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The Lottery

“We could re-design our garden with the waterscapes of the Japanese gardens.”

Published onOct 14, 2020
The Lottery

Photo by Hansel Wong on Unsplash


Under the auspicious gaze of the Minerva statue in their living room, Phyllis and Florian were preparing their trip to the Montréal botanical gardens. They were retired botanists.

Florian remembered his botanical mission to Taiwan and said:
“We could re-design our garden with the waterscapes of the Japanese gardens.”

Phyllis continued: “The exotic exhibit of orchids, irises, and amaryllis should be a treat of colours.”

He added: “The arboretum with its pine, and maple varieties and the medicinal plant garden with its rows of lavender, sage, and milk thistle will be splendid.”

Enthused, Phyllis, then, decided to go to town. She kissed Florian goodbye and took the car. She parked in Exchange Street. Along the avenue leading to the stock exchange, she crossed the bronze statue of blindfolded Themis holding her scales of justice.

In the shopping mall, she bought a lottery ticket, knowing it was inflated to thrice its price. It would be drawn tonight. Walking away from Thetis towards her car, two masked rascals grabbed her bag and ran away quickly. Phyllis collapsed on the concrete pavement. Shocked, she asked a passer-bye to call her husband.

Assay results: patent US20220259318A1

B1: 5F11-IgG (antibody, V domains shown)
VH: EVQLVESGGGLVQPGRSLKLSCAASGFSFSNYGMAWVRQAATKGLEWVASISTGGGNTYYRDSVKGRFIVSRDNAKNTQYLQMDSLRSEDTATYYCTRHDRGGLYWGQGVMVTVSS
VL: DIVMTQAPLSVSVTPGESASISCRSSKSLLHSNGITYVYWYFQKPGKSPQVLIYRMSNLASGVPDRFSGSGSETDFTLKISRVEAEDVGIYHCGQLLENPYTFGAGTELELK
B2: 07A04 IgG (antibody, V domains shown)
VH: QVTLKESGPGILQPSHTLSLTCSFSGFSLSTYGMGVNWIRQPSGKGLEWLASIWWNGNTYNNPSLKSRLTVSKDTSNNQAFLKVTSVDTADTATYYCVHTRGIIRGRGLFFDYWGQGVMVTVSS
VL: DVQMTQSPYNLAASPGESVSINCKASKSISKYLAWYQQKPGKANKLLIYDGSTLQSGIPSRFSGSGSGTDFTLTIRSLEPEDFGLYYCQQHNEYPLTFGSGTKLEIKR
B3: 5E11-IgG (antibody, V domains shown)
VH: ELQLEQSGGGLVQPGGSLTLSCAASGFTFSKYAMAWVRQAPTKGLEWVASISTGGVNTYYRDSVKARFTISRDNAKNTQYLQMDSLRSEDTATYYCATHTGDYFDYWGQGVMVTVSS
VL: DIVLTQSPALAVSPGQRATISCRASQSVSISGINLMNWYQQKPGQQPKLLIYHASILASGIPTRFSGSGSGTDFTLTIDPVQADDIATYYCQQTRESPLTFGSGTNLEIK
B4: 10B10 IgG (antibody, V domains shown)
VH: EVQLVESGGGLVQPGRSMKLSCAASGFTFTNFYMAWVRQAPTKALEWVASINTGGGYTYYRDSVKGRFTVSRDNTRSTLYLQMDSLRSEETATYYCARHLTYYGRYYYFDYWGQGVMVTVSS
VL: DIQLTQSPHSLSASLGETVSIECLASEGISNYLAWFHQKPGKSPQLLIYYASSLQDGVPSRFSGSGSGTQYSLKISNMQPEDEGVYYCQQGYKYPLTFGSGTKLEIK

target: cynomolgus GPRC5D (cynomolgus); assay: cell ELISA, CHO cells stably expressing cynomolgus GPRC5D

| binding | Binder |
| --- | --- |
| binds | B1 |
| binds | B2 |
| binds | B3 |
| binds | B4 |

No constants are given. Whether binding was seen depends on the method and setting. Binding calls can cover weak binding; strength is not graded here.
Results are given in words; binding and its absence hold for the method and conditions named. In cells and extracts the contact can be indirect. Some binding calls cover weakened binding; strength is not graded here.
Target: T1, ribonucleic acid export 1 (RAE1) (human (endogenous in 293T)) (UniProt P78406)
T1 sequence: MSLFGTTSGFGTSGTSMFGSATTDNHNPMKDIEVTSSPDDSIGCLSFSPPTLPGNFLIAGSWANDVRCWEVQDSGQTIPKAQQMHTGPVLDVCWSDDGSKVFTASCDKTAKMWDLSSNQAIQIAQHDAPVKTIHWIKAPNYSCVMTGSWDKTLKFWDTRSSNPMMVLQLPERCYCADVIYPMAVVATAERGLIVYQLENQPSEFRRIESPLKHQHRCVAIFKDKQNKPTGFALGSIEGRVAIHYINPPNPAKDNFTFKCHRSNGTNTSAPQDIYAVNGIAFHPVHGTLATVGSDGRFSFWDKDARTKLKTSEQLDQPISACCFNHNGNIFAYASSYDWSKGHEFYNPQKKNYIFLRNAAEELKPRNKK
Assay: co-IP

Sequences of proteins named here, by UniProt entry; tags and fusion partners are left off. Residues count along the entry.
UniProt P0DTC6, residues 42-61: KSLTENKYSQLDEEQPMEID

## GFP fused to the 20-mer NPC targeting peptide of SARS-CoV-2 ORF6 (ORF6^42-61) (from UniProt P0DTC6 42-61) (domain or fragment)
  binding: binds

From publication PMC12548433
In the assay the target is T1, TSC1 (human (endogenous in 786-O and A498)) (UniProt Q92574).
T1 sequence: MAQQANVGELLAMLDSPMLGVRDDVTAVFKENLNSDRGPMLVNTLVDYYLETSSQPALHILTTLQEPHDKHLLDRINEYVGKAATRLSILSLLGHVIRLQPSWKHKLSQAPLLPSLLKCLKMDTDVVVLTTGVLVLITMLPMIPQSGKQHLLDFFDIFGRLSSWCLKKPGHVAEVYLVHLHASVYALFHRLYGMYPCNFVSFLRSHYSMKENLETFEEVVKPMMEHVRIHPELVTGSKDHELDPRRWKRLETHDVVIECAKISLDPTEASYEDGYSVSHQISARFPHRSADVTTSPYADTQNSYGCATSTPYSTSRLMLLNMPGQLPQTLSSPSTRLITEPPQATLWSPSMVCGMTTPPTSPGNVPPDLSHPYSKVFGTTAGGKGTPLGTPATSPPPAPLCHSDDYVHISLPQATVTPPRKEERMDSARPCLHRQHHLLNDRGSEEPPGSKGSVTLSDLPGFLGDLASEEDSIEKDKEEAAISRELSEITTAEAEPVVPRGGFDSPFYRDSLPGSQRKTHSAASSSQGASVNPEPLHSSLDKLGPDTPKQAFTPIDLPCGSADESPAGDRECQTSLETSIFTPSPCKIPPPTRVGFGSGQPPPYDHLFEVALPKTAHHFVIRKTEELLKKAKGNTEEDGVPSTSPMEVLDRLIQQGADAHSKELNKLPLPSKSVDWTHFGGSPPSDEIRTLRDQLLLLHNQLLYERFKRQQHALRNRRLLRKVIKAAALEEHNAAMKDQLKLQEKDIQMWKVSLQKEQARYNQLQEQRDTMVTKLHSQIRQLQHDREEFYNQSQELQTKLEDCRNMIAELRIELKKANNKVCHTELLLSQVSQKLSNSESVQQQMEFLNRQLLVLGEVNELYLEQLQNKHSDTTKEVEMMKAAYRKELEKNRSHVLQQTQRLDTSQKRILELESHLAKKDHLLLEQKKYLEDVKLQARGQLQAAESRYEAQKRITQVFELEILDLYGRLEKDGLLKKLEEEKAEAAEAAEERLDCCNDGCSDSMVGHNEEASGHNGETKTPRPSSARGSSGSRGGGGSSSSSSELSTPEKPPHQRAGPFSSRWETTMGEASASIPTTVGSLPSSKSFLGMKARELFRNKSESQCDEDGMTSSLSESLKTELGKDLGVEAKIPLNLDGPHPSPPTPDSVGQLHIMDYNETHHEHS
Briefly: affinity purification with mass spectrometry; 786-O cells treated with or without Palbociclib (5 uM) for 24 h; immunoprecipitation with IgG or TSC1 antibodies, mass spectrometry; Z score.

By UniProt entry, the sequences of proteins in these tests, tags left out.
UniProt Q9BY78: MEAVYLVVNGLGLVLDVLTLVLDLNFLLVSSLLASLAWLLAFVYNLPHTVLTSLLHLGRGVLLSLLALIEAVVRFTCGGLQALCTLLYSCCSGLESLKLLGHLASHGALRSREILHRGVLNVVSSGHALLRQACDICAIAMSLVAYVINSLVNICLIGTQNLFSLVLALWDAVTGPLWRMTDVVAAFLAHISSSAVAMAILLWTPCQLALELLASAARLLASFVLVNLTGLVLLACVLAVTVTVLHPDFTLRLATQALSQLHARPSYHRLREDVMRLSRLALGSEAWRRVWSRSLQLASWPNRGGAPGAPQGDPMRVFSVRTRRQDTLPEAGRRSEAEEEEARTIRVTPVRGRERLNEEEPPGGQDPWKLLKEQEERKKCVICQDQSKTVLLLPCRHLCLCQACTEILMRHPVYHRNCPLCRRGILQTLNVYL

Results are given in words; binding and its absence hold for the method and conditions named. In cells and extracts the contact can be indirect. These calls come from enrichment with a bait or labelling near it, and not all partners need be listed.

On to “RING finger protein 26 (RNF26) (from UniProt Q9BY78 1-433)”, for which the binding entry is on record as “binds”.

She straightened up, realizing she had spent too much of saved money on a lost lottery ticket. Florian had arrived with a surprise. He had reserved dinner-for-two in a Taiwanese restaurant with mottled carp ponds lit with red lanterns. He took her hand. Phyllis began to cry like an inconsolable little girl who had broken her favourite porcelain tea set.




Dr. Emily Bilman is London Poetry Society’s Stanza representative in Geneva where she lives and teaches poetry. Her dissertation, The Psychodynamics of Poetry, was published by Lambert Academic in 2010 and Modern Ekphrasis in 2013 by Peter Lang, CH. Three poetry books, A Woman By A Well, Resilience, and The Threshold of Broken Waters were published by Troubador, UK.. Her poems, essays, and translations of Neruda and Valéry appeared in The Battersea Review, Hunger Mountain, The High Window, The Journal of Poetics Research, Tuck Magazine, Offshoots, Expanded Field, and The London Magazine. “The Tear-Catcher” won the first prize for depth poetry in The New York Literary Magazine. She edits and writes poems and essays for a digital ekphrastic publication. Her latest poetry book, Apperception, was published by Troubador in September 2020. Her short fiction piece “The Gun” appeared in Talking Soup.

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